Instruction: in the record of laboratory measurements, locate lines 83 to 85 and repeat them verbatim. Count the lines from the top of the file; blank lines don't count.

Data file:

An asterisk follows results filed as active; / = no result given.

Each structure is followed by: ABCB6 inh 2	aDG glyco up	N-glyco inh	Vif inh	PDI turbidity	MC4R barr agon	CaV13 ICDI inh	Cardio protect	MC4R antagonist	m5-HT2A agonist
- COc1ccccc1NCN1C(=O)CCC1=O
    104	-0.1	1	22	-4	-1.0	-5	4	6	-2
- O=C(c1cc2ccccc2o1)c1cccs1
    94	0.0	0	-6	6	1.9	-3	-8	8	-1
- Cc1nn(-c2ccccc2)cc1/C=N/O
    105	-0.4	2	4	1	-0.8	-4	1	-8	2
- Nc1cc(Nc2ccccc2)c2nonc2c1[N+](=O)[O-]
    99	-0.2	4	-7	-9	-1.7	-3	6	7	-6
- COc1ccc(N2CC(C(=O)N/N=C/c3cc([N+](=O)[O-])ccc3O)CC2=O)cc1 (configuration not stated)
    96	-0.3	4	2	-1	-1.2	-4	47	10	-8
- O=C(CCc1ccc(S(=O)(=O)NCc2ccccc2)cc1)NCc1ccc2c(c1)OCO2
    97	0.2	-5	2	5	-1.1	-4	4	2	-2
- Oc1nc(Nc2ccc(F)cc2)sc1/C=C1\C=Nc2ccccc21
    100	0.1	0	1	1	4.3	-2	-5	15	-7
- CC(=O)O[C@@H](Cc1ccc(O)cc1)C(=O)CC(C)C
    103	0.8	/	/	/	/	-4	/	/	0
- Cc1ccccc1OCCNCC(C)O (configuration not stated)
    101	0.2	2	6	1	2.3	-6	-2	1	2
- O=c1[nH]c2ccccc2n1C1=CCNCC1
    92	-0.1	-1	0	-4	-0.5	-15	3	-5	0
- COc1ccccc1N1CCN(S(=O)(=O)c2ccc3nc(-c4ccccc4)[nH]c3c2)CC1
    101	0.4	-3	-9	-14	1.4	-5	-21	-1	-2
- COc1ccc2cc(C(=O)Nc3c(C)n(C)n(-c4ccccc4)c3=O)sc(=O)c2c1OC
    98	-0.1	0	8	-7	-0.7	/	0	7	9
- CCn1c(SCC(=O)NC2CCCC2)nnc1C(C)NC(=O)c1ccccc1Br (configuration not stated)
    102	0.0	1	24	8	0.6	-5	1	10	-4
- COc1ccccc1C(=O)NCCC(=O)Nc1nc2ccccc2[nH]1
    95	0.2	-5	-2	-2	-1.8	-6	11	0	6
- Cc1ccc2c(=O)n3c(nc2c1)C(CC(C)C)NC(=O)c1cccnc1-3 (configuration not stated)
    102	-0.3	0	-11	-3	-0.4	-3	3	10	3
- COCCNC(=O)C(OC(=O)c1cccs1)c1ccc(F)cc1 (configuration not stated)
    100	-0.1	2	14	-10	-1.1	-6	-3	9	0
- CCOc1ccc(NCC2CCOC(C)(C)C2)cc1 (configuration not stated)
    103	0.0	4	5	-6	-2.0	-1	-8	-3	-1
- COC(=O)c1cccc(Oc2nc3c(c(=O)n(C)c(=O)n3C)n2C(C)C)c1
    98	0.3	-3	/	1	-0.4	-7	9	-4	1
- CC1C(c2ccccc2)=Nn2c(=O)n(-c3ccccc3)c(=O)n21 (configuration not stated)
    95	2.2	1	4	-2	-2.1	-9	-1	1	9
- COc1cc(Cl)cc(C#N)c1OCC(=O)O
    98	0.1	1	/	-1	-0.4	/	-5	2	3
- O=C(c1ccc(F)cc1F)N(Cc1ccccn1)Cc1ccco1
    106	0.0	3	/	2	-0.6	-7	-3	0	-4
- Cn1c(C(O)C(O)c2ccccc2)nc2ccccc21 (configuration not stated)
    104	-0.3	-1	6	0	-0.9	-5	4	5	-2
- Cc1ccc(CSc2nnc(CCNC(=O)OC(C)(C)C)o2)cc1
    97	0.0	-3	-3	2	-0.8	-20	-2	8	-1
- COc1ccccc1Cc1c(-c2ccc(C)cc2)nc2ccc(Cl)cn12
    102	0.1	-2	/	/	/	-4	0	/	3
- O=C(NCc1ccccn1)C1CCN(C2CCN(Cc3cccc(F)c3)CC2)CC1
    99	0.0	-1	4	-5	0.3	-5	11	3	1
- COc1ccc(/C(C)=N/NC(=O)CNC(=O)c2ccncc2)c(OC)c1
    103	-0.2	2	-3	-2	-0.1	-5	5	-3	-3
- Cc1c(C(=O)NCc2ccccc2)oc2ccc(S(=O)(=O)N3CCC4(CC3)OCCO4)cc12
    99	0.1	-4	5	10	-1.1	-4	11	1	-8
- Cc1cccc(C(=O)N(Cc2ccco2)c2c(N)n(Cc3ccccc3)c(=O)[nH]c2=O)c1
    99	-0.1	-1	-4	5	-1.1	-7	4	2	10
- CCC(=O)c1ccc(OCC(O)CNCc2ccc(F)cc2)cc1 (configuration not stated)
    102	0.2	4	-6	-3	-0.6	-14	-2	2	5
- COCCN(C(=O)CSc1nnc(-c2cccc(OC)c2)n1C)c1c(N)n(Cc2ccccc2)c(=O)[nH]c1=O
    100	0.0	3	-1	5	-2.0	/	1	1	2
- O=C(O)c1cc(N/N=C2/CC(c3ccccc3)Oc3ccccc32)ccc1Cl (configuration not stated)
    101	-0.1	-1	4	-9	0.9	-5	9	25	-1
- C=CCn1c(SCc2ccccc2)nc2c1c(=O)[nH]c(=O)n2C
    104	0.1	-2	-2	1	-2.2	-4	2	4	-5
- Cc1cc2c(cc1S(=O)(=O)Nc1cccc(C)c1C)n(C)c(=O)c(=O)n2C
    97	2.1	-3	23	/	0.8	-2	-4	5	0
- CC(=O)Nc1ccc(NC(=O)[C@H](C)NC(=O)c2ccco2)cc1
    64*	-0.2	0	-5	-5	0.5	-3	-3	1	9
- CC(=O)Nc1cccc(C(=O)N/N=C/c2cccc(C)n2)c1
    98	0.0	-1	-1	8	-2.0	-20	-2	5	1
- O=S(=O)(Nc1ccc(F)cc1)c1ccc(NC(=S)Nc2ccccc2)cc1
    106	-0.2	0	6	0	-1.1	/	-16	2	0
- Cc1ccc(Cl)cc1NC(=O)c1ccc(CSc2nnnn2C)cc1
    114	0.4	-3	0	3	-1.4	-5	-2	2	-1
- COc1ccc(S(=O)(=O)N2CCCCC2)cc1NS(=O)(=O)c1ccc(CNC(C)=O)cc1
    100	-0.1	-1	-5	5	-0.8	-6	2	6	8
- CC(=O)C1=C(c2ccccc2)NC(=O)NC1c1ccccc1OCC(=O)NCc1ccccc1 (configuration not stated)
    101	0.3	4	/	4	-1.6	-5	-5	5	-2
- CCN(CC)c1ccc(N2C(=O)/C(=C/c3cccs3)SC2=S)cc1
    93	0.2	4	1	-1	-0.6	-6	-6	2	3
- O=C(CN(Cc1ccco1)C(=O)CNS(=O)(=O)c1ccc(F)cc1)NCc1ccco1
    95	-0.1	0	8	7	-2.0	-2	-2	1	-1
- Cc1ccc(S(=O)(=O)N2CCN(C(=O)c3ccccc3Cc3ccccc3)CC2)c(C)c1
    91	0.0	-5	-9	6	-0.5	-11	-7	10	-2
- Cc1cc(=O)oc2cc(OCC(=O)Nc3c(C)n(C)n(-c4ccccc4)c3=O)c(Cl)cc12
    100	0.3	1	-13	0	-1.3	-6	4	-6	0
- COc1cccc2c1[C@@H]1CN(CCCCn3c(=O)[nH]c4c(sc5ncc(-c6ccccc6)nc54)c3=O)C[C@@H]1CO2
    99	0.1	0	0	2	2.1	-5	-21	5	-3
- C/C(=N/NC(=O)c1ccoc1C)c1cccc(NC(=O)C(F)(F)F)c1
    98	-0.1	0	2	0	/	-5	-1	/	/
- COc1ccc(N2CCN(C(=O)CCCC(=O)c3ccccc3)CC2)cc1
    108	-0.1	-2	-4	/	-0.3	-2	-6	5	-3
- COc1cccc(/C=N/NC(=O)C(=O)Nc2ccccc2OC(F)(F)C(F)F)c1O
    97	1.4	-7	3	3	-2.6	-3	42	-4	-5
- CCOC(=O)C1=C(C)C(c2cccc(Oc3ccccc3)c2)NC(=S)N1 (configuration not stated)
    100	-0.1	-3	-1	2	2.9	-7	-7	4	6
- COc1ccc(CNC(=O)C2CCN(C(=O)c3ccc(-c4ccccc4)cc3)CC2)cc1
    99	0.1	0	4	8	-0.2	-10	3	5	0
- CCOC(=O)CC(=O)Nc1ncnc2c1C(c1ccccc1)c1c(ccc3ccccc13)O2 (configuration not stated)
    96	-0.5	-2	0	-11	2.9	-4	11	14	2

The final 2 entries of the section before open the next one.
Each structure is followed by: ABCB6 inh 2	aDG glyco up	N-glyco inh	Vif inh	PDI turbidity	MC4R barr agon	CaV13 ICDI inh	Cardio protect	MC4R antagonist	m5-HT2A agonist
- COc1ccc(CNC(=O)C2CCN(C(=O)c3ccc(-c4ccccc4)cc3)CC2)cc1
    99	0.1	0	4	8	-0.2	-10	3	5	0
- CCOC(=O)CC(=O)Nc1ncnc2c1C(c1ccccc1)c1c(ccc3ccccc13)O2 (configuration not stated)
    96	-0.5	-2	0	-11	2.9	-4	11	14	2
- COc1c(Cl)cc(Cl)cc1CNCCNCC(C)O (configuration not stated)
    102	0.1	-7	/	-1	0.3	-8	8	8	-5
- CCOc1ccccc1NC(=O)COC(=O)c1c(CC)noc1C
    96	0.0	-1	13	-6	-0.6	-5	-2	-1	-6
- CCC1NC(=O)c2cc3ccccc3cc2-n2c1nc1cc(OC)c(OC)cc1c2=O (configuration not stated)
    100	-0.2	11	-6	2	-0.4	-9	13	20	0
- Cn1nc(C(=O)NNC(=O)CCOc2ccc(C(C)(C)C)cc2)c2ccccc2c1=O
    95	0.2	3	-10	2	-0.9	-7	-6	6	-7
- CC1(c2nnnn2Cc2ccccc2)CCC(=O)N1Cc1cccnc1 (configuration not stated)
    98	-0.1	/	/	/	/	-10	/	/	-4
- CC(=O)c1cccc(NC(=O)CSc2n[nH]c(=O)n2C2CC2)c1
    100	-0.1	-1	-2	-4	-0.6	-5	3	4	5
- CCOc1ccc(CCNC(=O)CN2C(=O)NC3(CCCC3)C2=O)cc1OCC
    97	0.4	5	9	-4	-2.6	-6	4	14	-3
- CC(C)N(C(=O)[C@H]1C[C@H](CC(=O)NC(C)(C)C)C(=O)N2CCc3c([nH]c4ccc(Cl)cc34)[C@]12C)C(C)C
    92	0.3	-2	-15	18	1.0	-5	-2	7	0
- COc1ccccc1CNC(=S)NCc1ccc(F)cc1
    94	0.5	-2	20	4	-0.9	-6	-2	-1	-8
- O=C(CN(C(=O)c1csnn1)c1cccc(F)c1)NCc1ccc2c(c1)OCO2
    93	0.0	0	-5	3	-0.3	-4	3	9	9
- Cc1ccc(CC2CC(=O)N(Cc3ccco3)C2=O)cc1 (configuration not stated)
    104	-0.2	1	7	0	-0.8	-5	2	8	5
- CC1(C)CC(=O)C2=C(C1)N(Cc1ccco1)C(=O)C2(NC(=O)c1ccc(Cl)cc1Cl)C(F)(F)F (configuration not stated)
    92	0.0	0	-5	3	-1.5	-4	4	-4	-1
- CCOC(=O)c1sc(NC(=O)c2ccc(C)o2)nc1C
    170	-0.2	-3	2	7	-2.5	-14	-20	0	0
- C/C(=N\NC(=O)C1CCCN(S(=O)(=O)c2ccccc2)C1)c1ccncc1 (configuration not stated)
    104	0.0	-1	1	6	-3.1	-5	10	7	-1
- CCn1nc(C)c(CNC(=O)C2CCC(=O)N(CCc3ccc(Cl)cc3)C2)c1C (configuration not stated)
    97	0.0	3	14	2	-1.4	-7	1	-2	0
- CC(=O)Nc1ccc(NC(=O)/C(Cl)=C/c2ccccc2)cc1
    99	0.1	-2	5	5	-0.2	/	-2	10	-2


- O=C(CN(Cc1ccco1)C(=O)CNS(=O)(=O)c1ccc(F)cc1)NCc1ccco1
    95	-0.1	0	8	7	-2.0	-2	-2	1	-1
- Cc1ccc(S(=O)(=O)N2CCN(C(=O)c3ccccc3Cc3ccccc3)CC2)c(C)c1